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Life Insurance Corporation lets down new investors on debut

On Tuesday, LIC’s market capitalisation stood at Rs 5,53,721.92 crore, making it the fifth most valuable company
MR Kumar.
MR Kumar.
File photo

Our Special Correspondent   |   Mumbai   |   Published 18.05.22, 03:01 AM

Shares of the state-owned Life Insurance Corporation (LIC) were clobbered on listing on Tuesday.

The blow left an army of newbie investors from the country’s small towns and cities, who had been persuaded to park their investible surplus in the country’s largest initial public offering (IPO), wringing their hands in dismay.


The stock closed almost 8 per cent lower than the issue price of Rs 949. It closed at Rs 875.25 on the National Stock Exchange and at Rs 875.45 on the Bombay Stock Exchange.

LIC policyholders and retail investors had bought the shares at a discounted price of Rs 889 and Rs 904 apiece, respectively.

The walloping had been anticipated: the alarm bells had started to ring on the grey market where the stock hovered at a pre-listing discount between Rs 60 and Rs 80.

At the close of Tuesday’s frenetic day of trading, LIC’s market capitalisation stood at Rs 5,53,721.92 crore, making it the fifth most valuable company.

But the disastrous debut meant that investors lost over Rs 46,000 crore at the end of the first day.

The government faces a massive rap for deluding investors into believing that it had left some gains on the table by pricing the stock at Rs 949 — a comment that drew merciless criticism from the Opposition which must also share a part of the blame for stoking demand for the stock by accusing the Modi government of selling the family jewel “for a song”.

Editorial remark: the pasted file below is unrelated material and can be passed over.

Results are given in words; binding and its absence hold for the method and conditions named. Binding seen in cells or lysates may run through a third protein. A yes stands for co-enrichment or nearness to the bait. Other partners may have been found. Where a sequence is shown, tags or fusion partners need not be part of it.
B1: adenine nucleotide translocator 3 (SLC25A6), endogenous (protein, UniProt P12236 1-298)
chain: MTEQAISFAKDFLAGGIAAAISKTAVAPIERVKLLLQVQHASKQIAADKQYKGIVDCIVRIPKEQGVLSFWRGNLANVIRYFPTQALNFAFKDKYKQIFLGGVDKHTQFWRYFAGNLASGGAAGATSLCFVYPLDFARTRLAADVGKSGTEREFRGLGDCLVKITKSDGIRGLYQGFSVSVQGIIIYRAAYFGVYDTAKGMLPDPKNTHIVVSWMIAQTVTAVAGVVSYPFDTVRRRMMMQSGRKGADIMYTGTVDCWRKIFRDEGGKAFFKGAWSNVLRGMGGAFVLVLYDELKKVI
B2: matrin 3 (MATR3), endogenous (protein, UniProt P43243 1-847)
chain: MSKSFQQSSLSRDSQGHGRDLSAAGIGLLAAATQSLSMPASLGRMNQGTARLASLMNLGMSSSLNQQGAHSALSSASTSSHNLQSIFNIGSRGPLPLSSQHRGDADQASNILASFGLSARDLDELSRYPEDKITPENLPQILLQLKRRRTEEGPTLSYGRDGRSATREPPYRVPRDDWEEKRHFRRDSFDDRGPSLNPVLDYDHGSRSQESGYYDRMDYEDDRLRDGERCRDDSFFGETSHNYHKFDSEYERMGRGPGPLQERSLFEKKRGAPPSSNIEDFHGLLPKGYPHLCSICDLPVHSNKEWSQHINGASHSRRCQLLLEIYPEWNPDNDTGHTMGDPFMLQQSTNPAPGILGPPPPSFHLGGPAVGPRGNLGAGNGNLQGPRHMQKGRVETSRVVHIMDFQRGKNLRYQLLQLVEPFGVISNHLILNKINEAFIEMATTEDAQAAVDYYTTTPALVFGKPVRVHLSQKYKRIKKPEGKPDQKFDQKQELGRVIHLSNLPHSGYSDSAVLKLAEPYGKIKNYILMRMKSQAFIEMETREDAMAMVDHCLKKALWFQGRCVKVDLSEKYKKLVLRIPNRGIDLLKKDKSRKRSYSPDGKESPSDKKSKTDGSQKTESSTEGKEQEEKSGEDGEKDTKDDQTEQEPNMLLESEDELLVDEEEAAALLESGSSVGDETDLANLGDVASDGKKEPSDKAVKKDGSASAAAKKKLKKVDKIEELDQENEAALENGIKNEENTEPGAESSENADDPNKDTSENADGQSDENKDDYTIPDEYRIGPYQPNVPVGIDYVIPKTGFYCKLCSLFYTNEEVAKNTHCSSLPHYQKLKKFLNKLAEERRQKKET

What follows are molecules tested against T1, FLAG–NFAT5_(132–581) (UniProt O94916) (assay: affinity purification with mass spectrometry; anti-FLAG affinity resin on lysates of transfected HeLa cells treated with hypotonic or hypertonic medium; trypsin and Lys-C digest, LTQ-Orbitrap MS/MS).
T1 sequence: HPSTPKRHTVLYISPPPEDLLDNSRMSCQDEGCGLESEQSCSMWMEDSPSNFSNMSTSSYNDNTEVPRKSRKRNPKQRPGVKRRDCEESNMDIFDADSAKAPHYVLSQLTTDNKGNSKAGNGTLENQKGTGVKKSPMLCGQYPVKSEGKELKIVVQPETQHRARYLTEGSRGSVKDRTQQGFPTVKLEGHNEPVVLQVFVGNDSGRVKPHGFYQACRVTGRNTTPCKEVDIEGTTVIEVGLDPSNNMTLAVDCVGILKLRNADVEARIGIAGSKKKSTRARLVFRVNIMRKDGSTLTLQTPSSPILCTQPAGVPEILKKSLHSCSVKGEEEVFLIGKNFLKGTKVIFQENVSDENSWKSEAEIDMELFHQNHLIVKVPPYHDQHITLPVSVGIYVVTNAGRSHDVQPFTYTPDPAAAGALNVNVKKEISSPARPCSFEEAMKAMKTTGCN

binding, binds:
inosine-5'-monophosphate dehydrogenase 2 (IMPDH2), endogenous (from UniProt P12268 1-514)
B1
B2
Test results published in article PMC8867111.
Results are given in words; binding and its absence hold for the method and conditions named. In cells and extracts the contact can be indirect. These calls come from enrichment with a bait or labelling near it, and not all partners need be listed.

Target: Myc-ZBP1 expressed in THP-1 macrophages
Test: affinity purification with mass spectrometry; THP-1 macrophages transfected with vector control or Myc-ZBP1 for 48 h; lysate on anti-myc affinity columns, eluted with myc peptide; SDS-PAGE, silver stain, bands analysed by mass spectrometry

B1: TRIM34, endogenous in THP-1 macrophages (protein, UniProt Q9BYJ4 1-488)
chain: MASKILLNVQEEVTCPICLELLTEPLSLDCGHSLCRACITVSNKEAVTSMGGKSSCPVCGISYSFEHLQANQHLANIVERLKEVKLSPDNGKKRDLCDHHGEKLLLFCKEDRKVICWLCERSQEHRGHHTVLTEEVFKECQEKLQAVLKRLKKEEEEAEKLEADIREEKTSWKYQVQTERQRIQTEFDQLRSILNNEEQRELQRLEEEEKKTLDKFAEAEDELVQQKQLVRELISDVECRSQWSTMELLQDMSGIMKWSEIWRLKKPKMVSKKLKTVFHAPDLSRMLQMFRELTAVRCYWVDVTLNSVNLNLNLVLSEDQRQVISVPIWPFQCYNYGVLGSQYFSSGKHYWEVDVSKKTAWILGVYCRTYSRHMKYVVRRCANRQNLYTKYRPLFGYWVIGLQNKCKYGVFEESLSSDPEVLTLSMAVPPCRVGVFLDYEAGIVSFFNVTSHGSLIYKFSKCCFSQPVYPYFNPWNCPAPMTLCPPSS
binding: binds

The insurer’s policyholders and retail investors had a small window of opportunity to make some profits when the share hit a day’s high of Rs 920 on the BSE and Rs 918.95 on the NSE. However, it could not hold on to those levels and sank below the allotment price.

What investors found particularly galling was the fact that the LIC stock tumbled on a day when the bellwether indices rallied sharply with the Sensex closing the day with a gain of 1344.63 points, or 2.54 per cent, at 54,318.47.

“We were not expecting a big listing as the markets were jittery, (but we) expect it to pick up,” LIC’s chairman M.R. Kumar told reporters.

“Markets are in a very bad shape; we know that and it’s going to continue to be like that for some time,” Kumar said in an interview with digital news platform BQ Prime. “Maybe, we are not looking at Rs 1,000-1,200 (per share) but we are still looking at a range above what the policyholders have put in.”

Disinvestment secretary Tuhin Kanta Pandey tried to soothe angry investors by blaming the fiasco on unpredictable market conditions arising from a number of exogenous factors including the Russia-Ukraine war and urged them to hold on to the stock to realise long-term value.

The government had been repeatedly advised to delay the IPO because of the volatile markets but it still chose to press ahead in the hope that investors would flock to the issue. That view seemed to be vindicated when the issue was oversubscribed 2.95 times.

Several brokerages have already picked up Pandey’s refrain that the stock will yield long-term value.

“Investors should not look to exit at current levels and (must) hold the stock from a medium to long-term perspective. We believe LIC continues to be a solid bet in the long run as it is a play on the growth story of the under-penetrated life insurance industry,” said B. Gopkumar, MD and CEO, Axis Securities.

LIC is the latest in a string of Indian companies that tumbled on listing amid an intense debate over high valuations that were not warranted by current performance.

Over the past year, retail investors have badly burnt their fingers by placing their bets on first-time issuers. Fintech firm Paytm’s parent — One97 Communications — plunged on its debut last November following its $2 billion IPO, which was the country’s largest till the LIC issue came along.

The Paytm stock closed at Rs 586.30 on Tuesday, a 72.7 per cent decline from its issue price of Rs 2,150.

Other big listings such as food delivery firm Zomato Ltd and cosmetics retailer Nykaa are also trading at large discounts to their IPO prices.

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